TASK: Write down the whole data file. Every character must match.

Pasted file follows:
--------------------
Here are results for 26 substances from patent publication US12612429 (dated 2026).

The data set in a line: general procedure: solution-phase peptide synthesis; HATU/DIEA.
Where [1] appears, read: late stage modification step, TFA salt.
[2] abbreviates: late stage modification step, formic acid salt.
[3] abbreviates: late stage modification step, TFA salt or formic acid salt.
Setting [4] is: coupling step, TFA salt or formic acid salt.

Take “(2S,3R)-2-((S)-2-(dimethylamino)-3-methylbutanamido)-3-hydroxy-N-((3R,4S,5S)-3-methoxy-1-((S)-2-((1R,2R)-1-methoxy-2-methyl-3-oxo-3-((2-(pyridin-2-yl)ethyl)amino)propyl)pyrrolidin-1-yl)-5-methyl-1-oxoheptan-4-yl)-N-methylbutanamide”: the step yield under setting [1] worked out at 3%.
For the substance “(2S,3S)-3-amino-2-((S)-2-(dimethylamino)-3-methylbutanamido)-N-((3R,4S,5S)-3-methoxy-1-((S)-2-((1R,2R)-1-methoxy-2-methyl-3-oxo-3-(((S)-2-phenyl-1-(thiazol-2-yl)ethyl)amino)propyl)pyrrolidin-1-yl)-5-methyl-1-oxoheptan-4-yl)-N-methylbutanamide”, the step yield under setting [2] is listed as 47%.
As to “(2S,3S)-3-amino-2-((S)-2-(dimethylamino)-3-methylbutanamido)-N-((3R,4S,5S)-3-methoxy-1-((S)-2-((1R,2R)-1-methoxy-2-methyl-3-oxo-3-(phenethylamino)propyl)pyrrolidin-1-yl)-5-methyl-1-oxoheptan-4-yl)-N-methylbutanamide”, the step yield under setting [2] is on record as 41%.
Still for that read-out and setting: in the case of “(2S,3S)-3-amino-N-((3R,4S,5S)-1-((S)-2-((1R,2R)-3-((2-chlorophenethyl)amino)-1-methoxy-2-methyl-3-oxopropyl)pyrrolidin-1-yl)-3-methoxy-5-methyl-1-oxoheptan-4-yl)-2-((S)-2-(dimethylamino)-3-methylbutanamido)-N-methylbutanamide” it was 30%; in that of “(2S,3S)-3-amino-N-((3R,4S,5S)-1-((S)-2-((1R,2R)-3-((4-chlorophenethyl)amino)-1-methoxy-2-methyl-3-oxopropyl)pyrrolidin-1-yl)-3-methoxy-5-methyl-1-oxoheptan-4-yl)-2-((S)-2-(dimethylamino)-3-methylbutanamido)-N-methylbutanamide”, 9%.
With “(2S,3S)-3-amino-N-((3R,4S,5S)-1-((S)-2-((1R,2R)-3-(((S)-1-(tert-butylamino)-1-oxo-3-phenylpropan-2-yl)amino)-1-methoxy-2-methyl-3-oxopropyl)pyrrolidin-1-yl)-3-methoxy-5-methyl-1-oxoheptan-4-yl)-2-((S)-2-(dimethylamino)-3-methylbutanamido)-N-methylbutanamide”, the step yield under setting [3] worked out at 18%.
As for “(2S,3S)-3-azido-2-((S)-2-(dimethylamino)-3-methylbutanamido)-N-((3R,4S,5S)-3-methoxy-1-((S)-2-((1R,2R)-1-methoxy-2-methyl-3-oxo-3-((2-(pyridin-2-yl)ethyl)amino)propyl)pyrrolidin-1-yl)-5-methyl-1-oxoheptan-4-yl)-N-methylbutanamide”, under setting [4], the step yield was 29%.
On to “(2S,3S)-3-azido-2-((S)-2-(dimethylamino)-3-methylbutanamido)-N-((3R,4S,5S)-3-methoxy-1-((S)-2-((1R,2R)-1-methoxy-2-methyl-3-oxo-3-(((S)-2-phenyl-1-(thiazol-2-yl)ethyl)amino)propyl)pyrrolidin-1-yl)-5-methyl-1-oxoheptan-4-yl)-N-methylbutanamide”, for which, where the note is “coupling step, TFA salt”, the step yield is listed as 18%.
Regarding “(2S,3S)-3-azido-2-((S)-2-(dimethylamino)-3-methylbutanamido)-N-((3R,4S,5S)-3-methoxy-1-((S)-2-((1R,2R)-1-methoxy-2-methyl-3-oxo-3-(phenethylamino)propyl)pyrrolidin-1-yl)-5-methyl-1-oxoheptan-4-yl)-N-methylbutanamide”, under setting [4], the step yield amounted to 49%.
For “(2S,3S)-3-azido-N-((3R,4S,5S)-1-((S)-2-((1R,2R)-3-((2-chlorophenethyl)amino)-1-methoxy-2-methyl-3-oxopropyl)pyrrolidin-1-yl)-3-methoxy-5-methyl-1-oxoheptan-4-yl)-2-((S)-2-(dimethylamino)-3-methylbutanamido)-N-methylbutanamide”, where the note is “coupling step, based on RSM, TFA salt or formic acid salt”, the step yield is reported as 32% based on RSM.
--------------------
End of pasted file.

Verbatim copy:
Here are results for 26 substances from patent publication US12612429 (dated 2026).

The data set in a line: general procedure: solution-phase peptide synthesis; HATU/DIEA.
Where [1] appears, read: late stage modification step, TFA salt.
[2] abbreviates: late stage modification step, formic acid salt.
[3] abbreviates: late stage modification step, TFA salt or formic acid salt.
Setting [4] is: coupling step, TFA salt or formic acid salt.

Take “(2S,3R)-2-((S)-2-(dimethylamino)-3-methylbutanamido)-3-hydroxy-N-((3R,4S,5S)-3-methoxy-1-((S)-2-((1R,2R)-1-methoxy-2-methyl-3-oxo-3-((2-(pyridin-2-yl)ethyl)amino)propyl)pyrrolidin-1-yl)-5-methyl-1-oxoheptan-4-yl)-N-methylbutanamide”: the step yield under setting [1] worked out at 3%.
For the substance “(2S,3S)-3-amino-2-((S)-2-(dimethylamino)-3-methylbutanamido)-N-((3R,4S,5S)-3-methoxy-1-((S)-2-((1R,2R)-1-methoxy-2-methyl-3-oxo-3-(((S)-2-phenyl-1-(thiazol-2-yl)ethyl)amino)propyl)pyrrolidin-1-yl)-5-methyl-1-oxoheptan-4-yl)-N-methylbutanamide”, the step yield under setting [2] is listed as 47%.
As to “(2S,3S)-3-amino-2-((S)-2-(dimethylamino)-3-methylbutanamido)-N-((3R,4S,5S)-3-methoxy-1-((S)-2-((1R,2R)-1-methoxy-2-methyl-3-oxo-3-(phenethylamino)propyl)pyrrolidin-1-yl)-5-methyl-1-oxoheptan-4-yl)-N-methylbutanamide”, the step yield under setting [2] is on record as 41%.
Still for that read-out and setting: in the case of “(2S,3S)-3-amino-N-((3R,4S,5S)-1-((S)-2-((1R,2R)-3-((2-chlorophenethyl)amino)-1-methoxy-2-methyl-3-oxopropyl)pyrrolidin-1-yl)-3-methoxy-5-methyl-1-oxoheptan-4-yl)-2-((S)-2-(dimethylamino)-3-methylbutanamido)-N-methylbutanamide” it was 30%; in that of “(2S,3S)-3-amino-N-((3R,4S,5S)-1-((S)-2-((1R,2R)-3-((4-chlorophenethyl)amino)-1-methoxy-2-methyl-3-oxopropyl)pyrrolidin-1-yl)-3-methoxy-5-methyl-1-oxoheptan-4-yl)-2-((S)-2-(dimethylamino)-3-methylbutanamido)-N-methylbutanamide”, 9%.
With “(2S,3S)-3-amino-N-((3R,4S,5S)-1-((S)-2-((1R,2R)-3-(((S)-1-(tert-butylamino)-1-oxo-3-phenylpropan-2-yl)amino)-1-methoxy-2-methyl-3-oxopropyl)pyrrolidin-1-yl)-3-methoxy-5-methyl-1-oxoheptan-4-yl)-2-((S)-2-(dimethylamino)-3-methylbutanamido)-N-methylbutanamide”, the step yield under setting [3] worked out at 18%.
As for “(2S,3S)-3-azido-2-((S)-2-(dimethylamino)-3-methylbutanamido)-N-((3R,4S,5S)-3-methoxy-1-((S)-2-((1R,2R)-1-methoxy-2-methyl-3-oxo-3-((2-(pyridin-2-yl)ethyl)amino)propyl)pyrrolidin-1-yl)-5-methyl-1-oxoheptan-4-yl)-N-methylbutanamide”, under setting [4], the step yield was 29%.
On to “(2S,3S)-3-azido-2-((S)-2-(dimethylamino)-3-methylbutanamido)-N-((3R,4S,5S)-3-methoxy-1-((S)-2-((1R,2R)-1-methoxy-2-methyl-3-oxo-3-(((S)-2-phenyl-1-(thiazol-2-yl)ethyl)amino)propyl)pyrrolidin-1-yl)-5-methyl-1-oxoheptan-4-yl)-N-methylbutanamide”, for which, where the note is “coupling step, TFA salt”, the step yield is listed as 18%.
Regarding “(2S,3S)-3-azido-2-((S)-2-(dimethylamino)-3-methylbutanamido)-N-((3R,4S,5S)-3-methoxy-1-((S)-2-((1R,2R)-1-methoxy-2-methyl-3-oxo-3-(phenethylamino)propyl)pyrrolidin-1-yl)-5-methyl-1-oxoheptan-4-yl)-N-methylbutanamide”, under setting [4], the step yield amounted to 49%.
For “(2S,3S)-3-azido-N-((3R,4S,5S)-1-((S)-2-((1R,2R)-3-((2-chlorophenethyl)amino)-1-methoxy-2-methyl-3-oxopropyl)pyrrolidin-1-yl)-3-methoxy-5-methyl-1-oxoheptan-4-yl)-2-((S)-2-(dimethylamino)-3-methylbutanamido)-N-methylbutanamide”, where the note is “coupling step, based on RSM, TFA salt or formic acid salt”, the step yield is reported as 32% based on RSM.